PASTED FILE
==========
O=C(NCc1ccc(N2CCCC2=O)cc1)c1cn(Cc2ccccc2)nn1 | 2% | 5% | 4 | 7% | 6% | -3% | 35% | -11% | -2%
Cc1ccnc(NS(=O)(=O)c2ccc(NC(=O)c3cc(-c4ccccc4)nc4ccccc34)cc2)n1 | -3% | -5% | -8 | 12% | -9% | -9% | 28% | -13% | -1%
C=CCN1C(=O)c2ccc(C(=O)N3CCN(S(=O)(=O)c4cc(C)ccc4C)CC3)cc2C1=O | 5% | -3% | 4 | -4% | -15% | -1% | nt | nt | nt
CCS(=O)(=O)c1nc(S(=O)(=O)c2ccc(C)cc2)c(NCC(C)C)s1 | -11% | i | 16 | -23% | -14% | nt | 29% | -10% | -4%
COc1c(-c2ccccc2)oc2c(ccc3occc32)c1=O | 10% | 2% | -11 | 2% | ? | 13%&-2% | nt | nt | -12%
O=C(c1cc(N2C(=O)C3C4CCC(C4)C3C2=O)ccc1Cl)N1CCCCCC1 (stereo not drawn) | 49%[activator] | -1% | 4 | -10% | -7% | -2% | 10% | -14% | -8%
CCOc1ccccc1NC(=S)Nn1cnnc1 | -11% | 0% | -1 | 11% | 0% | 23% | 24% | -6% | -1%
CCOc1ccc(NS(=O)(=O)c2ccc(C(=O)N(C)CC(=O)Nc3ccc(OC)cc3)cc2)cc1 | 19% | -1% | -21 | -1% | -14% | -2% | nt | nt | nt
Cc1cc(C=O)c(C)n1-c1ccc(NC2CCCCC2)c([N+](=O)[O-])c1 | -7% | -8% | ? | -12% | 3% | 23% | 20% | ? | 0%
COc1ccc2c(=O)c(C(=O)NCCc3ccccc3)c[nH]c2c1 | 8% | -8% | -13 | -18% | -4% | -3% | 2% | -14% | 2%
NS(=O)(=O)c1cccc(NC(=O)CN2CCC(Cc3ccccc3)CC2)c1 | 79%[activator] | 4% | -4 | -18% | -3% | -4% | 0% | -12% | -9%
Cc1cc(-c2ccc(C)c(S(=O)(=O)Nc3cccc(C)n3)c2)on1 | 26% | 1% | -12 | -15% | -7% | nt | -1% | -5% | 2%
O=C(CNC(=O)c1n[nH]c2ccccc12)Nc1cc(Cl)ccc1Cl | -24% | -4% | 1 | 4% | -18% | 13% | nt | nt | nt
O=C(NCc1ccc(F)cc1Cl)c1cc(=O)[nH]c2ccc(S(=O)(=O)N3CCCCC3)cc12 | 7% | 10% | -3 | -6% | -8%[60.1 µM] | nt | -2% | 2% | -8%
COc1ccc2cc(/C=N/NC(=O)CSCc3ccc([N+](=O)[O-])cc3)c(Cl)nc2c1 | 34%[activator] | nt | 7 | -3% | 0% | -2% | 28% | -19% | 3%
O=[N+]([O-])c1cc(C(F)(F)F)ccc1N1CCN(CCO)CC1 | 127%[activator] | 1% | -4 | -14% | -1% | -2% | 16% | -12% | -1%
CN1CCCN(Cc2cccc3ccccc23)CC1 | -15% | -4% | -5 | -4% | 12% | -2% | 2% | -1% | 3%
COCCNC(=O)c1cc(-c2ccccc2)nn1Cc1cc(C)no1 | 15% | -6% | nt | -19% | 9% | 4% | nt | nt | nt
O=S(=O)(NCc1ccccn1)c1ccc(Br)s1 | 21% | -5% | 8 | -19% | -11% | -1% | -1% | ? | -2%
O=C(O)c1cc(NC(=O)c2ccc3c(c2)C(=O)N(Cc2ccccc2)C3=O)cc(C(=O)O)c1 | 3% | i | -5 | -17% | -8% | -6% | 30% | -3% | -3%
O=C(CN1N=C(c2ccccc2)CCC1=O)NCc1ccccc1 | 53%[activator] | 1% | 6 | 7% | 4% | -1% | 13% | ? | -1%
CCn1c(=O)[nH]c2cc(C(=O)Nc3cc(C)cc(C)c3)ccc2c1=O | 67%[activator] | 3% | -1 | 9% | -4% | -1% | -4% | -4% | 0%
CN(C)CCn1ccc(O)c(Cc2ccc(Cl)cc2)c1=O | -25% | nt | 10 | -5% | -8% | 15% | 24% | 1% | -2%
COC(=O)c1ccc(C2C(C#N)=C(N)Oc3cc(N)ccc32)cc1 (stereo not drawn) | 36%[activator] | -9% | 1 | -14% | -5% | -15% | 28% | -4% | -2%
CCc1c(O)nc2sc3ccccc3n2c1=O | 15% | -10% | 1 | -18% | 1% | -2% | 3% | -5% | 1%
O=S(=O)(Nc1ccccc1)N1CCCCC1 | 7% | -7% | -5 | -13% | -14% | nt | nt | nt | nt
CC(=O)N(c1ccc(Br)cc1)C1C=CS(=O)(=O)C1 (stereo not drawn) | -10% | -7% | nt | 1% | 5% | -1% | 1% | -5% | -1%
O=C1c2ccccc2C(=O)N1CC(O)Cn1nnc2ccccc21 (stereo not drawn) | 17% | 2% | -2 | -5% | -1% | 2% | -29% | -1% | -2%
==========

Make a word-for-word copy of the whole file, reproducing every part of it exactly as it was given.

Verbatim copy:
O=C(NCc1ccc(N2CCCC2=O)cc1)c1cn(Cc2ccccc2)nn1 | 2% | 5% | 4 | 7% | 6% | -3% | 35% | -11% | -2%
Cc1ccnc(NS(=O)(=O)c2ccc(NC(=O)c3cc(-c4ccccc4)nc4ccccc34)cc2)n1 | -3% | -5% | -8 | 12% | -9% | -9% | 28% | -13% | -1%
C=CCN1C(=O)c2ccc(C(=O)N3CCN(S(=O)(=O)c4cc(C)ccc4C)CC3)cc2C1=O | 5% | -3% | 4 | -4% | -15% | -1% | nt | nt | nt
CCS(=O)(=O)c1nc(S(=O)(=O)c2ccc(C)cc2)c(NCC(C)C)s1 | -11% | i | 16 | -23% | -14% | nt | 29% | -10% | -4%
COc1c(-c2ccccc2)oc2c(ccc3occc32)c1=O | 10% | 2% | -11 | 2% | ? | 13%&-2% | nt | nt | -12%
O=C(c1cc(N2C(=O)C3C4CCC(C4)C3C2=O)ccc1Cl)N1CCCCCC1 (stereo not drawn) | 49%[activator] | -1% | 4 | -10% | -7% | -2% | 10% | -14% | -8%
CCOc1ccccc1NC(=S)Nn1cnnc1 | -11% | 0% | -1 | 11% | 0% | 23% | 24% | -6% | -1%
CCOc1ccc(NS(=O)(=O)c2ccc(C(=O)N(C)CC(=O)Nc3ccc(OC)cc3)cc2)cc1 | 19% | -1% | -21 | -1% | -14% | -2% | nt | nt | nt
Cc1cc(C=O)c(C)n1-c1ccc(NC2CCCCC2)c([N+](=O)[O-])c1 | -7% | -8% | ? | -12% | 3% | 23% | 20% | ? | 0%
COc1ccc2c(=O)c(C(=O)NCCc3ccccc3)c[nH]c2c1 | 8% | -8% | -13 | -18% | -4% | -3% | 2% | -14% | 2%
NS(=O)(=O)c1cccc(NC(=O)CN2CCC(Cc3ccccc3)CC2)c1 | 79%[activator] | 4% | -4 | -18% | -3% | -4% | 0% | -12% | -9%
Cc1cc(-c2ccc(C)c(S(=O)(=O)Nc3cccc(C)n3)c2)on1 | 26% | 1% | -12 | -15% | -7% | nt | -1% | -5% | 2%
O=C(CNC(=O)c1n[nH]c2ccccc12)Nc1cc(Cl)ccc1Cl | -24% | -4% | 1 | 4% | -18% | 13% | nt | nt | nt
O=C(NCc1ccc(F)cc1Cl)c1cc(=O)[nH]c2ccc(S(=O)(=O)N3CCCCC3)cc12 | 7% | 10% | -3 | -6% | -8%[60.1 µM] | nt | -2% | 2% | -8%
COc1ccc2cc(/C=N/NC(=O)CSCc3ccc([N+](=O)[O-])cc3)c(Cl)nc2c1 | 34%[activator] | nt | 7 | -3% | 0% | -2% | 28% | -19% | 3%
O=[N+]([O-])c1cc(C(F)(F)F)ccc1N1CCN(CCO)CC1 | 127%[activator] | 1% | -4 | -14% | -1% | -2% | 16% | -12% | -1%
CN1CCCN(Cc2cccc3ccccc23)CC1 | -15% | -4% | -5 | -4% | 12% | -2% | 2% | -1% | 3%
COCCNC(=O)c1cc(-c2ccccc2)nn1Cc1cc(C)no1 | 15% | -6% | nt | -19% | 9% | 4% | nt | nt | nt
O=S(=O)(NCc1ccccn1)c1ccc(Br)s1 | 21% | -5% | 8 | -19% | -11% | -1% | -1% | ? | -2%
O=C(O)c1cc(NC(=O)c2ccc3c(c2)C(=O)N(Cc2ccccc2)C3=O)cc(C(=O)O)c1 | 3% | i | -5 | -17% | -8% | -6% | 30% | -3% | -3%
O=C(CN1N=C(c2ccccc2)CCC1=O)NCc1ccccc1 | 53%[activator] | 1% | 6 | 7% | 4% | -1% | 13% | ? | -1%
CCn1c(=O)[nH]c2cc(C(=O)Nc3cc(C)cc(C)c3)ccc2c1=O | 67%[activator] | 3% | -1 | 9% | -4% | -1% | -4% | -4% | 0%
CN(C)CCn1ccc(O)c(Cc2ccc(Cl)cc2)c1=O | -25% | nt | 10 | -5% | -8% | 15% | 24% | 1% | -2%
COC(=O)c1ccc(C2C(C#N)=C(N)Oc3cc(N)ccc32)cc1 (stereo not drawn) | 36%[activator] | -9% | 1 | -14% | -5% | -15% | 28% | -4% | -2%
CCc1c(O)nc2sc3ccccc3n2c1=O | 15% | -10% | 1 | -18% | 1% | -2% | 3% | -5% | 1%
O=S(=O)(Nc1ccccc1)N1CCCCC1 | 7% | -7% | -5 | -13% | -14% | nt | nt | nt | nt
CC(=O)N(c1ccc(Br)cc1)C1C=CS(=O)(=O)C1 (stereo not drawn) | -10% | -7% | nt | 1% | 5% | -1% | 1% | -5% | -1%
O=C1c2ccccc2C(=O)N1CC(O)Cn1nnc2ccccc21 (stereo not drawn) | 17% | 2% | -2 | -5% | -1% | 2% | -29% | -1% | -2%